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Environment & Energy

Cold Weather, Natural Gas Development Make It Harder to Get Propane to Market

The brutally cold winter experienced by much of the Midwest and Northeast this year is partly to blame for higher propane prices and for making the fuel harder to come by in parts of the country.

The Pennsylvania Propane Gas Association, or PAPGA, said other factors include a decreased capacity to get the fuel from one place to another.

“There actually is a pretty strong supply of propane in the country," said PAPGA spokesman Michael Meath. "It’s not that there’s a shortage, that’s not the case at all. It’s really been a matter of moving the product.”

The issue began in the fall. Meath said the Midwest experienced a wetter-than-normal season, causing demand for propane to rise as farmers use the fuel as a drying agent for crops. Only so much propane can be stored at a time, then it ships via truck, rail or barge. Meath said the growing Marcellus Shale industry is also partly to blame for strains on the system.

“In a normal winter when not as much shale gas and other products are being moved at the same time over these railways and transport rigs, it might not have been as big an issue,” he said. “But this particular year, especially in Pennsylvania, there’s so much shale gas being moved, that created a pressure on the transportation system.”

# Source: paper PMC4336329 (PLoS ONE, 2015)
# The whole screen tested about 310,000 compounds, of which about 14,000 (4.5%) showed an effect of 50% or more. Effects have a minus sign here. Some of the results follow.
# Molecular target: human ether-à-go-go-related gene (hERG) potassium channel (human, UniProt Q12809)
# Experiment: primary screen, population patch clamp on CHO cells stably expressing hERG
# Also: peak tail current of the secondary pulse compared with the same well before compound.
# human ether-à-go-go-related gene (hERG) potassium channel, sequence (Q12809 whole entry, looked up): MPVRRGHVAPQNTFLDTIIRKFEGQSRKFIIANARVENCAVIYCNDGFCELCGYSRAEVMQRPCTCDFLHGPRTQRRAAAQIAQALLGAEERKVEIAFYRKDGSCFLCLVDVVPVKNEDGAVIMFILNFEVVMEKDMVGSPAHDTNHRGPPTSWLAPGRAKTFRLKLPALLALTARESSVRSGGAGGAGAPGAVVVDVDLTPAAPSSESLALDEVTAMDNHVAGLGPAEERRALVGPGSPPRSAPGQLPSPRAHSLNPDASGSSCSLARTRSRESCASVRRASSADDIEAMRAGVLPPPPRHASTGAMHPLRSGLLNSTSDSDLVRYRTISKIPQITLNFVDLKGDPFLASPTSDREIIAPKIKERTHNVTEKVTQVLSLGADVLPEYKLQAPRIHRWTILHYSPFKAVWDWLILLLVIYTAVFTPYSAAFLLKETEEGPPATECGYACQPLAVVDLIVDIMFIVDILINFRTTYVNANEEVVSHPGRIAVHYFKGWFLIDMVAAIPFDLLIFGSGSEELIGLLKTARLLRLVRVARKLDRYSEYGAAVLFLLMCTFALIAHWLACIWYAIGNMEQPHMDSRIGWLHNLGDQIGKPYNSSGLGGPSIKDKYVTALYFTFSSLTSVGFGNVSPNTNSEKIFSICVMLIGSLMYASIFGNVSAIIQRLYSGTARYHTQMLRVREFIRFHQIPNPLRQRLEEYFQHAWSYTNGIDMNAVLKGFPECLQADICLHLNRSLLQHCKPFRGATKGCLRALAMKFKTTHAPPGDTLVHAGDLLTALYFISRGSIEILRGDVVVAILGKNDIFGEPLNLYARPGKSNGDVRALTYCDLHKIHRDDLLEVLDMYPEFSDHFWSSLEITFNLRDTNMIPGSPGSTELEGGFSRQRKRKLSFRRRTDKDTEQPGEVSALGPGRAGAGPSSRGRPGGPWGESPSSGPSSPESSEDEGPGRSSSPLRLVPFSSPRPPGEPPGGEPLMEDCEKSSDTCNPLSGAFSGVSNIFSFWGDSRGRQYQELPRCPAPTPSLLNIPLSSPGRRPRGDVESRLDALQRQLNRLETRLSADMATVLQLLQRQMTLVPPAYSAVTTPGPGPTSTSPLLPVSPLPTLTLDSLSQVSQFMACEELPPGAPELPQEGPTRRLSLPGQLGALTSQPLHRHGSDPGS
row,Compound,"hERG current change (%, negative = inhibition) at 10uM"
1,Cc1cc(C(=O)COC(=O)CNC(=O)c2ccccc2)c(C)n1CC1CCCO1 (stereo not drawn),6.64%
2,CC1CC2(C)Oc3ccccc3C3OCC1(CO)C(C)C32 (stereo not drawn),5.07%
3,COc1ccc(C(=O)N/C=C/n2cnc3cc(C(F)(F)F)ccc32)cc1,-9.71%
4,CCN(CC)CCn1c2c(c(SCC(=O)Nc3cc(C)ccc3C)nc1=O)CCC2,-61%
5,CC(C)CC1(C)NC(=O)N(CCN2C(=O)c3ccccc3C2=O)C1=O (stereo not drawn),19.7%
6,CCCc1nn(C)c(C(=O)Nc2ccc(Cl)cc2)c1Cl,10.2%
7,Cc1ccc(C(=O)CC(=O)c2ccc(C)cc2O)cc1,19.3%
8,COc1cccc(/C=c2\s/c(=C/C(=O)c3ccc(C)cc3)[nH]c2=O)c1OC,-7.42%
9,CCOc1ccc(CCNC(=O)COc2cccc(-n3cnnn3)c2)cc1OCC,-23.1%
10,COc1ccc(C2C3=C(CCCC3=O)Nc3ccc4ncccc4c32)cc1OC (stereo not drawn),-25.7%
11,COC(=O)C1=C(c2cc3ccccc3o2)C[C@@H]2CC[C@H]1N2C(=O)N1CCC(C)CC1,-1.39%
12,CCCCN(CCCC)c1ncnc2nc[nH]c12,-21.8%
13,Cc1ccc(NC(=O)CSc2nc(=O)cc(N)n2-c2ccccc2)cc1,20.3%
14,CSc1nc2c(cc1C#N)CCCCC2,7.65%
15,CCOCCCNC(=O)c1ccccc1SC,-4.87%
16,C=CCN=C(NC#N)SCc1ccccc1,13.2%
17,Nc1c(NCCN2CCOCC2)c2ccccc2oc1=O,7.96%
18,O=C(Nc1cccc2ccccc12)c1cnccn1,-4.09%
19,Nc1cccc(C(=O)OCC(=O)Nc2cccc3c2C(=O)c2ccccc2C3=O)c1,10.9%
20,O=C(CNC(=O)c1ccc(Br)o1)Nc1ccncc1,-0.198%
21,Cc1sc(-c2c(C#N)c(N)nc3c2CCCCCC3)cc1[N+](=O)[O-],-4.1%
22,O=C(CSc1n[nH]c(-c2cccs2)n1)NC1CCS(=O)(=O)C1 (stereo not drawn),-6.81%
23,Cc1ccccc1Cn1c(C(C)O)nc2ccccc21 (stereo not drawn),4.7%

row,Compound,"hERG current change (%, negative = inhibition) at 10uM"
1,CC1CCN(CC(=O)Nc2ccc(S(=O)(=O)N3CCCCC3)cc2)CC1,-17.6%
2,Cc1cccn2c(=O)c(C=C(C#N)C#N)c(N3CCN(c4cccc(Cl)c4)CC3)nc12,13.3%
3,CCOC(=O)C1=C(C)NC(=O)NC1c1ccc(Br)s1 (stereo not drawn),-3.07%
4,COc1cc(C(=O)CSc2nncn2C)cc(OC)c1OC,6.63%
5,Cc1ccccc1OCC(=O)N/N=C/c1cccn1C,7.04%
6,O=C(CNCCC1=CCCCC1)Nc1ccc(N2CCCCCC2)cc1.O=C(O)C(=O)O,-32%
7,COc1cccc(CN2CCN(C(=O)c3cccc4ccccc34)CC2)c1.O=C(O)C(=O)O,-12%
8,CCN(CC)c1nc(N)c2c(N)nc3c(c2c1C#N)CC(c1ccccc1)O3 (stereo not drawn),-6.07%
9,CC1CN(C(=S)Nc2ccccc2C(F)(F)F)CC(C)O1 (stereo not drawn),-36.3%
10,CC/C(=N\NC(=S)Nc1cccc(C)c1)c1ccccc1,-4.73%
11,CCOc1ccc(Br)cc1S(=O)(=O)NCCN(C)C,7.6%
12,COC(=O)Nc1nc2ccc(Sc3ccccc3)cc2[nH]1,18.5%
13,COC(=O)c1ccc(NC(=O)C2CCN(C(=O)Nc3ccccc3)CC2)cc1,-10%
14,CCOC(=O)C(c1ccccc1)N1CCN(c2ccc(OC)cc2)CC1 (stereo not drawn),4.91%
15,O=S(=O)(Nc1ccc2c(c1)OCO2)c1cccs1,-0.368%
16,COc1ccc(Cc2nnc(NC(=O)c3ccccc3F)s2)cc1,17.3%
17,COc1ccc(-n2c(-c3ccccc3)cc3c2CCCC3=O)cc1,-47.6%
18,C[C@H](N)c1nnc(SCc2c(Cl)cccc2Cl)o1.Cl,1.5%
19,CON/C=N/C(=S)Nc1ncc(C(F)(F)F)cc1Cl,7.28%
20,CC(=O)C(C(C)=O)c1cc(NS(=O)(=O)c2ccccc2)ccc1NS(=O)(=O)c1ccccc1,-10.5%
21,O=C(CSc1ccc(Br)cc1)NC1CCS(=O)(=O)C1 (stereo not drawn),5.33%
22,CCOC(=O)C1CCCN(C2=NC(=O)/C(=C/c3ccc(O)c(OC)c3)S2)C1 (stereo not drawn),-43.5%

Regulators have taken steps to try to get more propane to where it needs to be including easing restrictions on truck drivers, allowing them to drive an extra hour or two on their shifts.

“If you can get a little bit more time and be in compliance with all the regulations, then you can make more deliveries,” said Meath. “You can go get more product, because in some cases that’s what they need to do, travel to go get the product, then bring it back and get it to customers.”

Propane has a number of uses, including home heating for some. PAPGA is urging residential and industrial consumers to conserve propane. Meath said the struggle to keep up with demand will be ongoing.

“If the temperature went to 65 degrees tomorrow it isn’t going to all of a sudden go away,” he said. “That strain, that pressure on the system is going to continue a little bit more.”

Other issues affecting propane supplies in the east include delays in proposed primary storage facilities in New York and New England.